How to Photograph Motorsports: Part 1 - A Question Of Focus

Shooting Motorsports © Giles Babbidge Photography 2013

One of the greatest and most rewarding challenges for any photographer surely has to be capturing a moving object at considerable speed. Thankfully, you don’t need to travel far and wide or spend lots of money in order to learn how to do this; the techniques can even be practised in and around the comfort of your own home.

Whether it be your pet dog running along the beach at full pace, birds in flight high above a cliff-top or the thrills of a weekend motor race, there are a few key techniques which can be quickly and easily applied to a wide range of subject matter. Over the course for this four-part series, I’m going to look not just at how you can freeze motorsport action, but also how you can really make the most of a trip to any motorsport event.

There is such a wealth of picture-making opportunity out there, it can sometimes feel rather overwhelming – especially if it’s your first time in the thick of the action. So from now on, forget about simply pointing your camera at a speeding car, capturing a bunch of uninspiring and repetitive images or taking a scatter-gun approach in to assembly area. What we’re talking about here is squeezing every last bit of detail out of every opportunity as it presents itself, in a considered manner!

How to focus

First, let’s talk about what is perhaps the most immediately attractive and exciting aspect of motorsport photography: capturing a speeding vehicle as it does its thing on the race track. Most of us instinctively take pictures with our cameras set to handle the focus for us. Let’s face it, autofocus (AF) is so quick and accurate, it’s just easier to have the guesswork taken out of the equation, right?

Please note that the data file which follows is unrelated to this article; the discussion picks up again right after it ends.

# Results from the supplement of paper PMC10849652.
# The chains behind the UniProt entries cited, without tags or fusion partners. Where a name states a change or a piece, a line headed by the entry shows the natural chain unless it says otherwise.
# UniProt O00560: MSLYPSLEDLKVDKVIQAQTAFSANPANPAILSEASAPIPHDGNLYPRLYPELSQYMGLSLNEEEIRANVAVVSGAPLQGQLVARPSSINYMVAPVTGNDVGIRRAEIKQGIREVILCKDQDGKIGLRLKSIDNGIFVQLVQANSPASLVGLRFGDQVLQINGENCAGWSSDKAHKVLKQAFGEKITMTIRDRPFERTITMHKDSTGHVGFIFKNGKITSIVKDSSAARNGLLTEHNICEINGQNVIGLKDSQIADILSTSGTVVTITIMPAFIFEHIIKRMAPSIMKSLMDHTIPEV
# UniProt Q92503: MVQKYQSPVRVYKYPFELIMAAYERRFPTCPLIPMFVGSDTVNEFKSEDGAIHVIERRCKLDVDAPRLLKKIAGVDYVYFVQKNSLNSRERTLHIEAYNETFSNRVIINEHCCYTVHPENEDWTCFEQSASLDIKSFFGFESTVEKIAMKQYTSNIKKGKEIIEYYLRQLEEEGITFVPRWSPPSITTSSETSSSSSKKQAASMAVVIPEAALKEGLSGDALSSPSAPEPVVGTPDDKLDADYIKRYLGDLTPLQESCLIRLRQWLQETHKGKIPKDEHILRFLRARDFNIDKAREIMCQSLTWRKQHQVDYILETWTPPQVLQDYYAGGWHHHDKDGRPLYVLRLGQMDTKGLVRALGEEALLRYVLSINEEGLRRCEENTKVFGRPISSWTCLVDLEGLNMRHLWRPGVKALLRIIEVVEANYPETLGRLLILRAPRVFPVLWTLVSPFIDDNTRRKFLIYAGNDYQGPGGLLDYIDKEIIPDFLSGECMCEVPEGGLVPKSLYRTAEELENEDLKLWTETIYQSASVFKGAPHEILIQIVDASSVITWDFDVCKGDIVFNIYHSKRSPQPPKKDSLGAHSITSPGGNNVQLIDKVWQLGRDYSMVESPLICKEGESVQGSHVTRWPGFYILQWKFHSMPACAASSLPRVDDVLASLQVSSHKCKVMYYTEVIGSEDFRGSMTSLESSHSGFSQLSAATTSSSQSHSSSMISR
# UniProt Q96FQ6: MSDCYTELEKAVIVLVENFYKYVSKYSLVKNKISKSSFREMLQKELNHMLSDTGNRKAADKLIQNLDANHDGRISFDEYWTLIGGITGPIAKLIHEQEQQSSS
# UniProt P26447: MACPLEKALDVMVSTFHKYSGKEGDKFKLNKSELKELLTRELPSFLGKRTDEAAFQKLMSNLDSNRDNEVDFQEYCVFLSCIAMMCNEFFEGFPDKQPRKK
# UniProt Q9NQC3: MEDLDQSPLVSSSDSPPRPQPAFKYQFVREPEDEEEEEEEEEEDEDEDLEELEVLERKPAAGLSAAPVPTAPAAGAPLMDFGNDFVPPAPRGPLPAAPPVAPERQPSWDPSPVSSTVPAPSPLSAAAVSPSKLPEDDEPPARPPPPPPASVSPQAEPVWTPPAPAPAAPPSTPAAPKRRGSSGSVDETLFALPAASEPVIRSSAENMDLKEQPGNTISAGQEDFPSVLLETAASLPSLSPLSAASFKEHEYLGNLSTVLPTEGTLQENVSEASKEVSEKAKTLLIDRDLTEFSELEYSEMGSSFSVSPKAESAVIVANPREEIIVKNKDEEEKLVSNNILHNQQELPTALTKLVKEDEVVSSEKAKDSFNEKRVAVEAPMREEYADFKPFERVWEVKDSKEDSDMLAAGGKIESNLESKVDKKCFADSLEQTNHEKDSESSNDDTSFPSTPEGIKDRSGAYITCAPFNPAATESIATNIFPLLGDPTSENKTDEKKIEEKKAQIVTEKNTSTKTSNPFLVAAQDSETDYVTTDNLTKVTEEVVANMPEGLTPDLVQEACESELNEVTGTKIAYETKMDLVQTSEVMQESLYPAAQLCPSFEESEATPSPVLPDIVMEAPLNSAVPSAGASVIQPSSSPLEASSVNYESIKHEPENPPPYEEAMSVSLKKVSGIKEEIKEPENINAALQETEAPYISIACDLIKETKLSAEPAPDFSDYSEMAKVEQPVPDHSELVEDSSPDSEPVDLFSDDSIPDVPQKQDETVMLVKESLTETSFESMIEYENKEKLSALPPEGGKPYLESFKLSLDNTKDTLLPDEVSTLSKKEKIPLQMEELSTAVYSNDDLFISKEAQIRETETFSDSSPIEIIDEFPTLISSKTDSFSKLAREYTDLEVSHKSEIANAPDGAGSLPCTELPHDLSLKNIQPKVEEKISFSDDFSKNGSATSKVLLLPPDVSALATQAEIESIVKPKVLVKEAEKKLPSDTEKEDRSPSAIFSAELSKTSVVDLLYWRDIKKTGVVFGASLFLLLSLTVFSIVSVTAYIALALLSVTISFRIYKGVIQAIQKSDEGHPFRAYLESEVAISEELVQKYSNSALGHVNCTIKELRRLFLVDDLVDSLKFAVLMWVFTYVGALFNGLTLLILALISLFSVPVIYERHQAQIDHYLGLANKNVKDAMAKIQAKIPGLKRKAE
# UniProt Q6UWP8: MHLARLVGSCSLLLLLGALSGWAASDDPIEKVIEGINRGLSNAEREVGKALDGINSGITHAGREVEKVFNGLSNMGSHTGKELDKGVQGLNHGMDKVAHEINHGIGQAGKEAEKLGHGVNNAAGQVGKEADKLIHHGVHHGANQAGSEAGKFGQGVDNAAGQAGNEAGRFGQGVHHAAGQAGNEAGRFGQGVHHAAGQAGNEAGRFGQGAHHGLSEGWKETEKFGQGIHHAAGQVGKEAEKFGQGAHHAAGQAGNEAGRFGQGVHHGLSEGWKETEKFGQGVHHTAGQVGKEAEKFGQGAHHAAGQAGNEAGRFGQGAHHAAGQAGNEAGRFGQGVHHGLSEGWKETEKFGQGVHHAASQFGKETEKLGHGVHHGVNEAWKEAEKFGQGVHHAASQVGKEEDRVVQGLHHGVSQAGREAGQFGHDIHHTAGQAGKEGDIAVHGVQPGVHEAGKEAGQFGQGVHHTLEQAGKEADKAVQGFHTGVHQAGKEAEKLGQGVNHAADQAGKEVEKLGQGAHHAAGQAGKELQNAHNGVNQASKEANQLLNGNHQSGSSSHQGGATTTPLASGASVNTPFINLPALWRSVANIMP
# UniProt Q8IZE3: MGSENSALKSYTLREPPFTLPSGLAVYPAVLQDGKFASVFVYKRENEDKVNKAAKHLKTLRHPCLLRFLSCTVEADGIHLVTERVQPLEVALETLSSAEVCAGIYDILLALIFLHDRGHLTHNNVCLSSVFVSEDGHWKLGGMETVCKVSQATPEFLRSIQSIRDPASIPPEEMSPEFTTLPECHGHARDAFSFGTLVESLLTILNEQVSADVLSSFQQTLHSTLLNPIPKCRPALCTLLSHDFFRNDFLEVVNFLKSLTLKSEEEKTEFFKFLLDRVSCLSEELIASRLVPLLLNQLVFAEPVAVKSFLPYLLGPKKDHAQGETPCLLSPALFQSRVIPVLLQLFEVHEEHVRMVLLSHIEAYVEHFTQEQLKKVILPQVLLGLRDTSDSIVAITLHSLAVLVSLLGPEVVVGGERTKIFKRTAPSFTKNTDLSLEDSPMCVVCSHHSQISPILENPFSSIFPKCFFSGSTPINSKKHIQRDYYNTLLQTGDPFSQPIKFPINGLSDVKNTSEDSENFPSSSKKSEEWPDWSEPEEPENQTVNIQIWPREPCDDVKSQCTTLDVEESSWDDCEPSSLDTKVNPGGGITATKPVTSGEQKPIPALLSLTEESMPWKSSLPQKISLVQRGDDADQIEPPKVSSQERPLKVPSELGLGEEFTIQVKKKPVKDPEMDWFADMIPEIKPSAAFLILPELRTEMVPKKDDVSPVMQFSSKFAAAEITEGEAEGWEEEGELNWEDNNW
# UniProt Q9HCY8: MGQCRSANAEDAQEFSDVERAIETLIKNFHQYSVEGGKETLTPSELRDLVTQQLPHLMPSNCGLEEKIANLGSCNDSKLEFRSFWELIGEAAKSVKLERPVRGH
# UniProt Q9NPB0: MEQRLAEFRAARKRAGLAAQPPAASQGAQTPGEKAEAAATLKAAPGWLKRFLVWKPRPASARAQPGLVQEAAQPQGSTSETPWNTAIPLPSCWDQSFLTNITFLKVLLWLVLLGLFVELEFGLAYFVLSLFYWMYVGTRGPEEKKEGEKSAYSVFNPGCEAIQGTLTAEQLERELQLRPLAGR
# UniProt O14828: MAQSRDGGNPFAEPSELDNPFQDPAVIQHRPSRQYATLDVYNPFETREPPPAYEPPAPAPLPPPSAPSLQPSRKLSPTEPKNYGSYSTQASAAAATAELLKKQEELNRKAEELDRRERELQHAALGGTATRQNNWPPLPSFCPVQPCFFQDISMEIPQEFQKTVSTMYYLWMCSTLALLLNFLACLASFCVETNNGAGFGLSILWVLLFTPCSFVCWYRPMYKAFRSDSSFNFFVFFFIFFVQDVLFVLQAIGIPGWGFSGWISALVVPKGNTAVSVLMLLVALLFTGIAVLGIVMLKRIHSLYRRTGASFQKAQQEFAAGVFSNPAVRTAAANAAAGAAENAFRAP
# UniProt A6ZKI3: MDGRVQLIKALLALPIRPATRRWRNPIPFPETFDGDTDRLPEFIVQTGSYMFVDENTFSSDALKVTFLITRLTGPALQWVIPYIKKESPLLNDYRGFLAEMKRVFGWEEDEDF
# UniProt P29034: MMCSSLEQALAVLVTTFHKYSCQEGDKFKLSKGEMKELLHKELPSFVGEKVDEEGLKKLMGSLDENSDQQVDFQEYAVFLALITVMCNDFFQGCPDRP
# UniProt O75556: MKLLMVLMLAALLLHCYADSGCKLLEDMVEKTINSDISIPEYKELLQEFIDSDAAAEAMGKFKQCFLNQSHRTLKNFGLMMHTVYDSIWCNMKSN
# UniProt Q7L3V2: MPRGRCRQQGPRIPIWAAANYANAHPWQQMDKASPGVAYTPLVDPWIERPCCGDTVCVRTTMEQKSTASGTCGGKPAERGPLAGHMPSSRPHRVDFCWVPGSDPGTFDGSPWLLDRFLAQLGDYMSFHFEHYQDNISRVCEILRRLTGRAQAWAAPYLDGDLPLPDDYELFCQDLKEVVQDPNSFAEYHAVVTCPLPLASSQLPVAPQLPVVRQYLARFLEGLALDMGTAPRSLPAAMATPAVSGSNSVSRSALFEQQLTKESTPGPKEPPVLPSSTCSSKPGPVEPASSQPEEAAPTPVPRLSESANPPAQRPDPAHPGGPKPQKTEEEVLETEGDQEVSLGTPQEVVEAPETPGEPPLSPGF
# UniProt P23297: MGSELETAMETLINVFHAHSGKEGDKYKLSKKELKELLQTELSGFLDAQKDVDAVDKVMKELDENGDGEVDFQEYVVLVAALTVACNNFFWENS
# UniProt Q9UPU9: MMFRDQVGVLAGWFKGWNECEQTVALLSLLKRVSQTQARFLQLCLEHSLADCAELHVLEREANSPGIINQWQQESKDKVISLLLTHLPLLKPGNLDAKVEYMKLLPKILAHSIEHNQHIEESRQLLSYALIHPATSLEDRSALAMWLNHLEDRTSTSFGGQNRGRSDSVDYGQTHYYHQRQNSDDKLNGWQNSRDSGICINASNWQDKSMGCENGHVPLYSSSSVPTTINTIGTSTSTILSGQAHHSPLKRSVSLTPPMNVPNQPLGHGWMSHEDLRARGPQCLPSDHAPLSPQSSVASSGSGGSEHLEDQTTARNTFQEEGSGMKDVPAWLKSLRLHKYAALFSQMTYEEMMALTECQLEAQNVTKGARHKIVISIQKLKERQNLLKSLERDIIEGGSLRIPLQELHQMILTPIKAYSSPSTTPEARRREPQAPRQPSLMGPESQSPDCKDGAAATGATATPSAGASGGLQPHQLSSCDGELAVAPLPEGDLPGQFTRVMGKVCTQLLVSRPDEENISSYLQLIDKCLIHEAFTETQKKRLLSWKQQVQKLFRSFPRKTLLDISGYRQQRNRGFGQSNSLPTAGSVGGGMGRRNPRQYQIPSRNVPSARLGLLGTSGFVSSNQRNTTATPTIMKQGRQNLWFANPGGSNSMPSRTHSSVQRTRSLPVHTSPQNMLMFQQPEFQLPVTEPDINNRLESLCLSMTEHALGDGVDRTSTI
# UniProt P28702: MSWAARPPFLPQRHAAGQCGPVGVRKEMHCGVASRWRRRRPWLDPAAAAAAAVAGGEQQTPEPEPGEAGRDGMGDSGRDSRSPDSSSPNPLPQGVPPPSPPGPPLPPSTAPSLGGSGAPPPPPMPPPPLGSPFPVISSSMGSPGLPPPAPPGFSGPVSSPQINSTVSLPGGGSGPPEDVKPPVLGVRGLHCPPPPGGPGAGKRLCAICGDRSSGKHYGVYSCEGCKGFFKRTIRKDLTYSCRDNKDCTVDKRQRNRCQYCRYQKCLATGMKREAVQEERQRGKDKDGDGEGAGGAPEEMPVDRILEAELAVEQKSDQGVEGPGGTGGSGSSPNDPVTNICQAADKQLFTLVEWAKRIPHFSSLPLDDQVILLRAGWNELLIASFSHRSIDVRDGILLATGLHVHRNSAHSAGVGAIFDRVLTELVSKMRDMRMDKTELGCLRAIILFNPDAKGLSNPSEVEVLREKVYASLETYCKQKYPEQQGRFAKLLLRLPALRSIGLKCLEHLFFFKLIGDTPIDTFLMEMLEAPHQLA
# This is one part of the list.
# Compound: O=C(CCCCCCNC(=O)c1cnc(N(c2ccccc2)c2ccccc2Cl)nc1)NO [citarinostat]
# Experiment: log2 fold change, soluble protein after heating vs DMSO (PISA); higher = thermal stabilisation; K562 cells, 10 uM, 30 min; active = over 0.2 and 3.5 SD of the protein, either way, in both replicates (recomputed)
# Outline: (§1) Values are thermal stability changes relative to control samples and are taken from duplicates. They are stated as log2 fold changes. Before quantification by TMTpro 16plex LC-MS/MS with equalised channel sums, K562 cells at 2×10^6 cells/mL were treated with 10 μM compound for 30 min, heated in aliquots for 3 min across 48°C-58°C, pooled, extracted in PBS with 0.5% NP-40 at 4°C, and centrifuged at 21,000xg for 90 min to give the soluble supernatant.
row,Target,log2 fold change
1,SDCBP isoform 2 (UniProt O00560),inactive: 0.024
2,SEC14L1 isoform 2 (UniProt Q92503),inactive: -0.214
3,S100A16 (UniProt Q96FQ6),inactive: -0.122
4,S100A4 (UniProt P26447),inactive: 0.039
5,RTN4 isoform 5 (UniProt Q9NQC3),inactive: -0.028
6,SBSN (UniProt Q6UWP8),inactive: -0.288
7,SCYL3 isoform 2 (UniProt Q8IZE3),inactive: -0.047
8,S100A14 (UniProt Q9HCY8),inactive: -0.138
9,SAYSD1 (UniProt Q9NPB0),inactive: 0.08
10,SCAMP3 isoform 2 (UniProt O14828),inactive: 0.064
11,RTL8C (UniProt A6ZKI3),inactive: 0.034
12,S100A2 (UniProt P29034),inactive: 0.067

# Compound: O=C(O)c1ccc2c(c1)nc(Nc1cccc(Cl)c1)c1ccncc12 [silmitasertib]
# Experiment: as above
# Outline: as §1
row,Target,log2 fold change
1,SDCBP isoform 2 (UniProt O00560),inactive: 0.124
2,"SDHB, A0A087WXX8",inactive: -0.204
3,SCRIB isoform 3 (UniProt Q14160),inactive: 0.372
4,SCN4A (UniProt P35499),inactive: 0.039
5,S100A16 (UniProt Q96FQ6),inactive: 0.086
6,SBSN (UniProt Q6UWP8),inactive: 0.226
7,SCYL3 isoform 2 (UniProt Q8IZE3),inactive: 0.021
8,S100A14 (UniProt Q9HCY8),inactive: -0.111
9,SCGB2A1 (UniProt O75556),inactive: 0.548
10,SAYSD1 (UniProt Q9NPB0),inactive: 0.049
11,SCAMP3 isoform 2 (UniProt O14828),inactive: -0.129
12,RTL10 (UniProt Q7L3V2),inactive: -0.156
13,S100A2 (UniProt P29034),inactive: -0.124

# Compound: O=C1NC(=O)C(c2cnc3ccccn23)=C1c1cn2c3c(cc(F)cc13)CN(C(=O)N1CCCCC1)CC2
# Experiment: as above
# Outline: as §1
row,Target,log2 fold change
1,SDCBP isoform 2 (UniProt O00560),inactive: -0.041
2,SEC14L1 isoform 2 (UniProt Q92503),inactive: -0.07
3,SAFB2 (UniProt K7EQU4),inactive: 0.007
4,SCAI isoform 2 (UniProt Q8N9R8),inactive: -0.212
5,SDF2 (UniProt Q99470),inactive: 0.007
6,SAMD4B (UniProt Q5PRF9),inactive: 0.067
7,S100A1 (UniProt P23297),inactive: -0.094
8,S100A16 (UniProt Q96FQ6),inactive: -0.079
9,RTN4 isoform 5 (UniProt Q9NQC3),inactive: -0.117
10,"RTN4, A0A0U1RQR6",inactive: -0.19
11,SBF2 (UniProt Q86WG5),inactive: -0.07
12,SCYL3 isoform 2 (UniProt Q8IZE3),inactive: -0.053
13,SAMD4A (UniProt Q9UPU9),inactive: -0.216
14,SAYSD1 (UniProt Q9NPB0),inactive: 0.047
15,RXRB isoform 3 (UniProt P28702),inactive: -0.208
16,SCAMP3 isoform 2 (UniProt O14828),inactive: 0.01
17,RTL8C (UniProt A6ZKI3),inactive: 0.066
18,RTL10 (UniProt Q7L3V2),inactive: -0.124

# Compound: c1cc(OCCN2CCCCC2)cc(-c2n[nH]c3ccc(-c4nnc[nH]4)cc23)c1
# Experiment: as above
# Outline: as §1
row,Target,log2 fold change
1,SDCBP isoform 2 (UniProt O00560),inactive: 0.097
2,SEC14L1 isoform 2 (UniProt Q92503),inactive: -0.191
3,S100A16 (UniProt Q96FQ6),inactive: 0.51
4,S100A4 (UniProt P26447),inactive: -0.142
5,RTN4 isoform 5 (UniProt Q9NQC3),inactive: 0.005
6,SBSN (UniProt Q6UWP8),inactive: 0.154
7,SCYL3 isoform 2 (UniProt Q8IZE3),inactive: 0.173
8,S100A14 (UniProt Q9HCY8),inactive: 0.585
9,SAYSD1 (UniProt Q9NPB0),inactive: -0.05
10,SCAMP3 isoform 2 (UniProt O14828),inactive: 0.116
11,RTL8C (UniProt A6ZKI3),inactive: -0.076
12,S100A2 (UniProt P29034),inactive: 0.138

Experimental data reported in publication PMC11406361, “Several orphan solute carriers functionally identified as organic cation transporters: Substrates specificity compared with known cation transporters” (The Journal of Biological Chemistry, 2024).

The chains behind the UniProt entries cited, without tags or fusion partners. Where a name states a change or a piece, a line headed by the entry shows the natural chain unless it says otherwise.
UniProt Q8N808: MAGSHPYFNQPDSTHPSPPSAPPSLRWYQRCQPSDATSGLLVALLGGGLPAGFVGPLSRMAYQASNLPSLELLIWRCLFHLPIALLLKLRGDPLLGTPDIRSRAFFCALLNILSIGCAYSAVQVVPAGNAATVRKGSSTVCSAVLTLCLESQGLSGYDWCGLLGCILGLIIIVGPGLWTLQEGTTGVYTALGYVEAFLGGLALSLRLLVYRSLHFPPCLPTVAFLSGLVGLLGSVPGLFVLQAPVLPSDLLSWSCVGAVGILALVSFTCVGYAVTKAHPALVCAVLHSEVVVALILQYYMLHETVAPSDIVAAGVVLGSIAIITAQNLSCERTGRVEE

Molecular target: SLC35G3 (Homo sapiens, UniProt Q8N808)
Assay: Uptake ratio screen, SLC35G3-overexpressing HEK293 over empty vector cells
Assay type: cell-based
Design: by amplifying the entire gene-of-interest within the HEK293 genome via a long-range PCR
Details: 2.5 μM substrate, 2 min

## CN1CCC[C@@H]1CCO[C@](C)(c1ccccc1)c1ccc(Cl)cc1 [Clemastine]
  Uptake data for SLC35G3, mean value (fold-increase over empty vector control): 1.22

Well, yes and no. AF is fine 99% of the time, but it isn’t totally foolproof. For example, imagine you’re holding your camera completely still as a car speeds by; even if you have a movement-stopping shutter speed selected, there’s a chance the camera won’t correctly focus on the subject in time, if at all. Ever find that your background is pin-sharp but your subject isn’t? Perhaps your camera’s over-confidence is blame!

Shooting Motorsports © Giles Babbidge Photography 2013

So how do we get around this? There are actually three main focusing techniques which will improve your chances of capturing the action. If you’re feeling confident (and why wouldn’t you be?), why not flick the switch and put your camera into manual focus (MF) mode? Using the central focus sensor (this is always the most accurate), pre-focus on a spot on the track, such as the approach to a corner, and follow the action with the camera held up to your eye. A split-second before the vehicle reaches the pre-focus point, press the shutter-release button. You may find it takes a few attempts – proving that practise really does make perfect – but this tried-and-tested method is still a great way to secure the shot.